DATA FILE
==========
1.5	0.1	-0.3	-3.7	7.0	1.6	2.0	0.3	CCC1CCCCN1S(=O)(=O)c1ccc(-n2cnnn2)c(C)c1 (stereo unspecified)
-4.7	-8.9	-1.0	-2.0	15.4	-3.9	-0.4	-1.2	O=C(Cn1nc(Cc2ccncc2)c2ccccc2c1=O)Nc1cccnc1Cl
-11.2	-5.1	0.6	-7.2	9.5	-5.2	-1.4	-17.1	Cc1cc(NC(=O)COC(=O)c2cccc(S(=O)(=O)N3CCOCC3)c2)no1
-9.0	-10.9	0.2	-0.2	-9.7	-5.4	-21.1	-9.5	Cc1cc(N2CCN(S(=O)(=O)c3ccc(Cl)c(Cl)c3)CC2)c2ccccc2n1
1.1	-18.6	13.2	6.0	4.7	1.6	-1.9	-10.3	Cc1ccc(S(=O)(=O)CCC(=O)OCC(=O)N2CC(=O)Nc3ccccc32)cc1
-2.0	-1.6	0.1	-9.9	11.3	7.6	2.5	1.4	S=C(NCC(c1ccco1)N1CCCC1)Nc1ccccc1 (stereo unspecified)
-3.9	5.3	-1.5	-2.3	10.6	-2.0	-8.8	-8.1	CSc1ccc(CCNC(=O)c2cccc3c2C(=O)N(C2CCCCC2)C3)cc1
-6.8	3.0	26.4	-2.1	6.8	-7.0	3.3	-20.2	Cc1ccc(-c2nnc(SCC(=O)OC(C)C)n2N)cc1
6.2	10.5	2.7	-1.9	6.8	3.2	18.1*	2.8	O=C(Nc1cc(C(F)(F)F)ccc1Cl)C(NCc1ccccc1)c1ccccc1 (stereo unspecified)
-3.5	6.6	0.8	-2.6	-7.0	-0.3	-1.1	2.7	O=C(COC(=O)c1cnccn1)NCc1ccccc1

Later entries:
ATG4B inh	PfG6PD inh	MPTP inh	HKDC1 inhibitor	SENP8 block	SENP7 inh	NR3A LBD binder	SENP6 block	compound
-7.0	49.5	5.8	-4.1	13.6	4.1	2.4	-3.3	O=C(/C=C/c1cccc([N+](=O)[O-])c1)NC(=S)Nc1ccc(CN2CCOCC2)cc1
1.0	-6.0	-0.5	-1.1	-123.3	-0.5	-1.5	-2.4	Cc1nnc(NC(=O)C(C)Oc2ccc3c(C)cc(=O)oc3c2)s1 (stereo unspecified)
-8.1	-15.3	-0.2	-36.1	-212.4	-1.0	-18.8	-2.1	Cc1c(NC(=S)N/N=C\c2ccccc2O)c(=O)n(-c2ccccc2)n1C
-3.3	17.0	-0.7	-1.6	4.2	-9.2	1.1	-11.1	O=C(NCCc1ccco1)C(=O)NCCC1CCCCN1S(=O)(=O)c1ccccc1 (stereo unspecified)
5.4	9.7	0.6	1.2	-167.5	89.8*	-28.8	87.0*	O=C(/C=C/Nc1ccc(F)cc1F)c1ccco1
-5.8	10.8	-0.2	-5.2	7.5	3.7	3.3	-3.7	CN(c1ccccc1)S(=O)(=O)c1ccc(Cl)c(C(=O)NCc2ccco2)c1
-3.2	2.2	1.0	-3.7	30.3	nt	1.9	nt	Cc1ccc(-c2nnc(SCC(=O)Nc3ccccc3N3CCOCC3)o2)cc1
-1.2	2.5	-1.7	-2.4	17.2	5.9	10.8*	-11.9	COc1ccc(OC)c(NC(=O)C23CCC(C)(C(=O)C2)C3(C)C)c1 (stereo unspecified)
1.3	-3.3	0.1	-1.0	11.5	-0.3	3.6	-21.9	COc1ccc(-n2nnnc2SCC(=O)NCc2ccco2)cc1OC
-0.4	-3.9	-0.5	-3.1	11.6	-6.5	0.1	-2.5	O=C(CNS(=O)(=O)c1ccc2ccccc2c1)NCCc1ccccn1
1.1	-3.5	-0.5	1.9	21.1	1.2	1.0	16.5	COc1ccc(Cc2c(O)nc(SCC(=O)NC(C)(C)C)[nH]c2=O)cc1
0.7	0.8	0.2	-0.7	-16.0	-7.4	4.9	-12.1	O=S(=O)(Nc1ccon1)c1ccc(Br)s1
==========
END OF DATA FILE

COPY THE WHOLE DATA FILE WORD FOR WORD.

1.5	0.1	-0.3	-3.7	7.0	1.6	2.0	0.3	CCC1CCCCN1S(=O)(=O)c1ccc(-n2cnnn2)c(C)c1 (stereo unspecified)
-4.7	-8.9	-1.0	-2.0	15.4	-3.9	-0.4	-1.2	O=C(Cn1nc(Cc2ccncc2)c2ccccc2c1=O)Nc1cccnc1Cl
-11.2	-5.1	0.6	-7.2	9.5	-5.2	-1.4	-17.1	Cc1cc(NC(=O)COC(=O)c2cccc(S(=O)(=O)N3CCOCC3)c2)no1
-9.0	-10.9	0.2	-0.2	-9.7	-5.4	-21.1	-9.5	Cc1cc(N2CCN(S(=O)(=O)c3ccc(Cl)c(Cl)c3)CC2)c2ccccc2n1
1.1	-18.6	13.2	6.0	4.7	1.6	-1.9	-10.3	Cc1ccc(S(=O)(=O)CCC(=O)OCC(=O)N2CC(=O)Nc3ccccc32)cc1
-2.0	-1.6	0.1	-9.9	11.3	7.6	2.5	1.4	S=C(NCC(c1ccco1)N1CCCC1)Nc1ccccc1 (stereo unspecified)
-3.9	5.3	-1.5	-2.3	10.6	-2.0	-8.8	-8.1	CSc1ccc(CCNC(=O)c2cccc3c2C(=O)N(C2CCCCC2)C3)cc1
-6.8	3.0	26.4	-2.1	6.8	-7.0	3.3	-20.2	Cc1ccc(-c2nnc(SCC(=O)OC(C)C)n2N)cc1
6.2	10.5	2.7	-1.9	6.8	3.2	18.1*	2.8	O=C(Nc1cc(C(F)(F)F)ccc1Cl)C(NCc1ccccc1)c1ccccc1 (stereo unspecified)
-3.5	6.6	0.8	-2.6	-7.0	-0.3	-1.1	2.7	O=C(COC(=O)c1cnccn1)NCc1ccccc1

Later entries:
ATG4B inh	PfG6PD inh	MPTP inh	HKDC1 inhibitor	SENP8 block	SENP7 inh	NR3A LBD binder	SENP6 block	compound
-7.0	49.5	5.8	-4.1	13.6	4.1	2.4	-3.3	O=C(/C=C/c1cccc([N+](=O)[O-])c1)NC(=S)Nc1ccc(CN2CCOCC2)cc1
1.0	-6.0	-0.5	-1.1	-123.3	-0.5	-1.5	-2.4	Cc1nnc(NC(=O)C(C)Oc2ccc3c(C)cc(=O)oc3c2)s1 (stereo unspecified)
-8.1	-15.3	-0.2	-36.1	-212.4	-1.0	-18.8	-2.1	Cc1c(NC(=S)N/N=C\c2ccccc2O)c(=O)n(-c2ccccc2)n1C
-3.3	17.0	-0.7	-1.6	4.2	-9.2	1.1	-11.1	O=C(NCCc1ccco1)C(=O)NCCC1CCCCN1S(=O)(=O)c1ccccc1 (stereo unspecified)
5.4	9.7	0.6	1.2	-167.5	89.8*	-28.8	87.0*	O=C(/C=C/Nc1ccc(F)cc1F)c1ccco1
-5.8	10.8	-0.2	-5.2	7.5	3.7	3.3	-3.7	CN(c1ccccc1)S(=O)(=O)c1ccc(Cl)c(C(=O)NCc2ccco2)c1
-3.2	2.2	1.0	-3.7	30.3	nt	1.9	nt	Cc1ccc(-c2nnc(SCC(=O)Nc3ccccc3N3CCOCC3)o2)cc1
-1.2	2.5	-1.7	-2.4	17.2	5.9	10.8*	-11.9	COc1ccc(OC)c(NC(=O)C23CCC(C)(C(=O)C2)C3(C)C)c1 (stereo unspecified)
1.3	-3.3	0.1	-1.0	11.5	-0.3	3.6	-21.9	COc1ccc(-n2nnnc2SCC(=O)NCc2ccco2)cc1OC
-0.4	-3.9	-0.5	-3.1	11.6	-6.5	0.1	-2.5	O=C(CNS(=O)(=O)c1ccc2ccccc2c1)NCCc1ccccn1
1.1	-3.5	-0.5	1.9	21.1	1.2	1.0	16.5	COc1ccc(Cc2c(O)nc(SCC(=O)NC(C)(C)C)[nH]c2=O)cc1
0.7	0.8	0.2	-0.7	-16.0	-7.4	4.9	-12.1	O=S(=O)(Nc1ccon1)c1ccc(Br)s1